Thousands of illegal wildlife products seized by Border Force
Thousands of products containing endangered plant and animal species have been seized by Border Force
Thousands of products containing endangered plant and animal species have been seized by Border Force as part of an intensive international operation to target the criminal networks behind wildlife crime.
During October - as part of the month long Operation Thunder - Border Force officers made 145 seizures containing thousands of wildlife products which are banned by the Convention on International Trade in Endangered Species of wild fauna and flora (CITES).
Seizures included clothes and accessories made from snakeskin and turtle shell, ivory products, as well as consumer health products containing cactus and orchid, crocodile blood and caviar.
The team also found 53 live birds across three different seizures. Border Force look to rehome any live animals found where possible.
Minister for Legal Migration and Delivery Tom Pursglove MP said:
"The illegal wildlife trade is driven by criminal gangs and threatens species with extinction, fuels corruption, and deprives the world’s poorest communities of sustainable livelihoods.
"Border Force plays a leading global role in eradicating this damaging illegal trade and our recent successes under Operation Thunder are proof of this."
Dr Mark Jones, Head of Policy for Born Free, said:
"Wildlife trafficking is serious, organised, transnational, and increasing. It is also closely tied to other forms of serious crime, such as corruption, fraud and money laundering. All too often, criminal gangs view wildlife trafficking as a low-risk high-return activity.
"The work of Border Force in interrupting the trafficking of wildlife products across the UK’s borders is critical to the UK’s efforts to tackle this scourge.
"With so much of the world’s wildlife in crisis, it’s vital that our enforcement agencies are properly resourced to enable this essential and highly specialised work to continue."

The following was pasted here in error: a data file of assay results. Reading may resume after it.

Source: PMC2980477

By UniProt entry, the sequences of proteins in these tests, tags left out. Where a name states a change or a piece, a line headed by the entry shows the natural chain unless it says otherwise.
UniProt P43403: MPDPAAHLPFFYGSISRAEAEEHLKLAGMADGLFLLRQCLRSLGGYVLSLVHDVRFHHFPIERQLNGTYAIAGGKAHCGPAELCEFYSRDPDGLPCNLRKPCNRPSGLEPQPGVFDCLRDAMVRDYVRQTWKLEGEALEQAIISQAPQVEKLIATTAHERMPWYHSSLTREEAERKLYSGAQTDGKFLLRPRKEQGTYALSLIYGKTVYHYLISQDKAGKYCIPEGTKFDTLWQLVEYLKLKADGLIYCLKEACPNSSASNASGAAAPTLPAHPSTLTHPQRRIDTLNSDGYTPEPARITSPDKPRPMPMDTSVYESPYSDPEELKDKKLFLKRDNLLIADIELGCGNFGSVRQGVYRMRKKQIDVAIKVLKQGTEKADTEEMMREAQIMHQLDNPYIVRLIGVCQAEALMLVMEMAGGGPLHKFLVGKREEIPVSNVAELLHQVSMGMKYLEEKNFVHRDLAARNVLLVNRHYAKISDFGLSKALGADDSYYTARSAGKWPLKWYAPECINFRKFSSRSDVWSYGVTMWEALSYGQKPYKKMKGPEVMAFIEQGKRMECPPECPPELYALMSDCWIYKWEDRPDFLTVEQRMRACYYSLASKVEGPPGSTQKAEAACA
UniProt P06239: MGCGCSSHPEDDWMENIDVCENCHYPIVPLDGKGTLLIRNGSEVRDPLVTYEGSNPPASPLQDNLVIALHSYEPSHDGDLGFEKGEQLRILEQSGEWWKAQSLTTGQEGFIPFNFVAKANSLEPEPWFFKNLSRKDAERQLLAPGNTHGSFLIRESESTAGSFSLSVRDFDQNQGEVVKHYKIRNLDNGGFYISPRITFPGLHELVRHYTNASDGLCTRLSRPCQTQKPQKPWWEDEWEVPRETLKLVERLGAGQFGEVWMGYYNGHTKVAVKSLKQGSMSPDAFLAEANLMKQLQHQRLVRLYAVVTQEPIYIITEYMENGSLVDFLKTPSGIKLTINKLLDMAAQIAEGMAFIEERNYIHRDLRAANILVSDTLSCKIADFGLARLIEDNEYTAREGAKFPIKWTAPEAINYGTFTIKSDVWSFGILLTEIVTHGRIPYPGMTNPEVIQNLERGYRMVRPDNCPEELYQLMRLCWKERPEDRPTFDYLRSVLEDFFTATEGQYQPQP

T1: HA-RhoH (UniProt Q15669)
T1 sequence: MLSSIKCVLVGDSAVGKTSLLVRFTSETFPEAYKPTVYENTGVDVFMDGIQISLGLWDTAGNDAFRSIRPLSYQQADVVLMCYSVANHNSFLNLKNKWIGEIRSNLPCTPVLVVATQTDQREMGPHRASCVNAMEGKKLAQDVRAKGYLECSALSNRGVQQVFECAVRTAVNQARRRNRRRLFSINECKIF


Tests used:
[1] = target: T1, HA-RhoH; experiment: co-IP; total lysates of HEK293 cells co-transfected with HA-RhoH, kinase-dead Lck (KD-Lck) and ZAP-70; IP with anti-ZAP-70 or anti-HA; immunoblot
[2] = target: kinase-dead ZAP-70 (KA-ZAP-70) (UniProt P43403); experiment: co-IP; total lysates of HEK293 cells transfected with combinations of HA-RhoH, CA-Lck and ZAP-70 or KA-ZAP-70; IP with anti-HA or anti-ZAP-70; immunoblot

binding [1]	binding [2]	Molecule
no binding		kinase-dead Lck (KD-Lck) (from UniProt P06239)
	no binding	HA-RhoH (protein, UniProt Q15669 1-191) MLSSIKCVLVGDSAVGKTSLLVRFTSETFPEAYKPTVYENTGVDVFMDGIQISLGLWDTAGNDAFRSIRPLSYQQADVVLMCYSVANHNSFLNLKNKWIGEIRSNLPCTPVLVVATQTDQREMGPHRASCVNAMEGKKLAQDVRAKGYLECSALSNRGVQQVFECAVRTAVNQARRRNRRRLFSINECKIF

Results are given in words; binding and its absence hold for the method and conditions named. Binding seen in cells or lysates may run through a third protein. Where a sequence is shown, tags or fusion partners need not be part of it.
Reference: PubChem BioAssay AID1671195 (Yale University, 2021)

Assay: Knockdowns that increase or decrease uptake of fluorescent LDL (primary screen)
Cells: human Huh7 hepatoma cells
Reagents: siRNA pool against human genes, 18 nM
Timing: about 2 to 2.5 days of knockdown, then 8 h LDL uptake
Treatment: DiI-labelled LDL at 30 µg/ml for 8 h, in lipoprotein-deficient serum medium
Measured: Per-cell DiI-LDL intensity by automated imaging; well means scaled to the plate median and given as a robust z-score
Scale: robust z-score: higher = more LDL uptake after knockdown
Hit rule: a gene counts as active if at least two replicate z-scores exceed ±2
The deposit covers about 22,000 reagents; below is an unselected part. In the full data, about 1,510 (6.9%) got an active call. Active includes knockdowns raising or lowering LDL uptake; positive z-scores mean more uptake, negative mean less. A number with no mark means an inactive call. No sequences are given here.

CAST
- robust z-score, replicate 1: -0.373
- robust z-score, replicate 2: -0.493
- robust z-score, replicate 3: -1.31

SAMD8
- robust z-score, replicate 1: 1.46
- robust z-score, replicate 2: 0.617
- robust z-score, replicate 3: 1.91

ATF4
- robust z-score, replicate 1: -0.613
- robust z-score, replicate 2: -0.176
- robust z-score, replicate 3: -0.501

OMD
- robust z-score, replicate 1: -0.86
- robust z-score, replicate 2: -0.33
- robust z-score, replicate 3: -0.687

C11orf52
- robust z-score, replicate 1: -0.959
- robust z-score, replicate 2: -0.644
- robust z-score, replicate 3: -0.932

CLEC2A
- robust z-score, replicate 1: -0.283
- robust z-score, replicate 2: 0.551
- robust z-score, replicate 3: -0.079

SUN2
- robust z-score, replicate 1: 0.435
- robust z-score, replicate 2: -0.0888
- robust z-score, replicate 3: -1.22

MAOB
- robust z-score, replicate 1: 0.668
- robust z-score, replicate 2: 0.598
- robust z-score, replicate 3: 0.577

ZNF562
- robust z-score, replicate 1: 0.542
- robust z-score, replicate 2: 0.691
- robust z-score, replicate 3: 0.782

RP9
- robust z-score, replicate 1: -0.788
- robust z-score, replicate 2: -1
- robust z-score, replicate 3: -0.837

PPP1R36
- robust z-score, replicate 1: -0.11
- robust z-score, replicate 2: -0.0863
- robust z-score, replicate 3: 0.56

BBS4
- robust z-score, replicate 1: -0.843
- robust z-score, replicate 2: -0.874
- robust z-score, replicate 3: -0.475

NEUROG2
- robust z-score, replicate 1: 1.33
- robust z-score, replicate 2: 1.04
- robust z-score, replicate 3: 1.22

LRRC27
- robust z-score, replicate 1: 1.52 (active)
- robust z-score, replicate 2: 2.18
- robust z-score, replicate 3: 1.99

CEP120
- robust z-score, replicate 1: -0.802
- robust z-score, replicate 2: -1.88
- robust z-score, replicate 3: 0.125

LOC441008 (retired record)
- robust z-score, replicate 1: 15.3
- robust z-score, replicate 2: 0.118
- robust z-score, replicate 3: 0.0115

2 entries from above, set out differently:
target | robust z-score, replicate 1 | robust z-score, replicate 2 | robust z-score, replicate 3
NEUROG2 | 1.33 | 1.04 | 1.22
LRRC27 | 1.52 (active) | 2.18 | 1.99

Wildlife crime is estimated to be worth up to £17 billion globally per year, and is the fourth largest international crime according to Interpol, behind only arms, drugs and human trafficking.
Operation Thunder is a global effort to target the illegal wildlife trade and is co-led by Interpol and the World Customs Organisation. This year saw over 133 countries participating alongside the UK, the highest global participation since the campaign launched in 2017.
Internationally, there were 2,114 seizures and some 500 arrests. Among the seizures were more than 300kg of ivory, thousands of turtle eggs, 30 tonnes of plants, dozens of big cat body parts and rhino horns, as well as primates, birds and marine species.
The UK is a global leader in supporting efforts to halt the decline in nature, protect wildlife and restore the natural world. Government work will help to deliver on the ambitious new global deal for nature agreed at the UN Nature Summit COP15 in December 2023, which will protect 30% of our land and ocean by 2030.
Through the government’s Illegal Wildlife Trade Challenge Fund, we have committed over £51 million to 157 projects to directly combat the illegal wildlife trade.
Operation Thunder 2023 ran from 2 to 27 October, leading to the seizures in the UK of:
- 53 live CITES listed birds
- 5.5kgs of ivory
- 434 live plants
- over 1,000 health supplements containing illegal plant and animal products
- 1 ceremonial headdress made with big cat fur
- vulture and falcon eggs and a lesser flamingo feather bracelet
- 5 seizures of controlled wood products
- 26 reptile skin products including crocodile and python
Non-CITES UK seizures included:
- 285kgs of cannabis from Thailand
- 329,000 cigarettes
- 197kgs of tobacco
- 102kgs of prohibited products of animal origin
Border Force is responsible for frontline detection and seizure of items covered by the CITES convention, which tackles the illegal trade in endangered animals and plants. The Heathrow-based Border Force CITES team are specialist officers who are recognised as world leaders in their field.
Anyone with information about activity they suspect may be linked to smuggling and trafficking of any kind can report it online at gov.uk: Report smuggling - GOV.UK (www.gov.uk)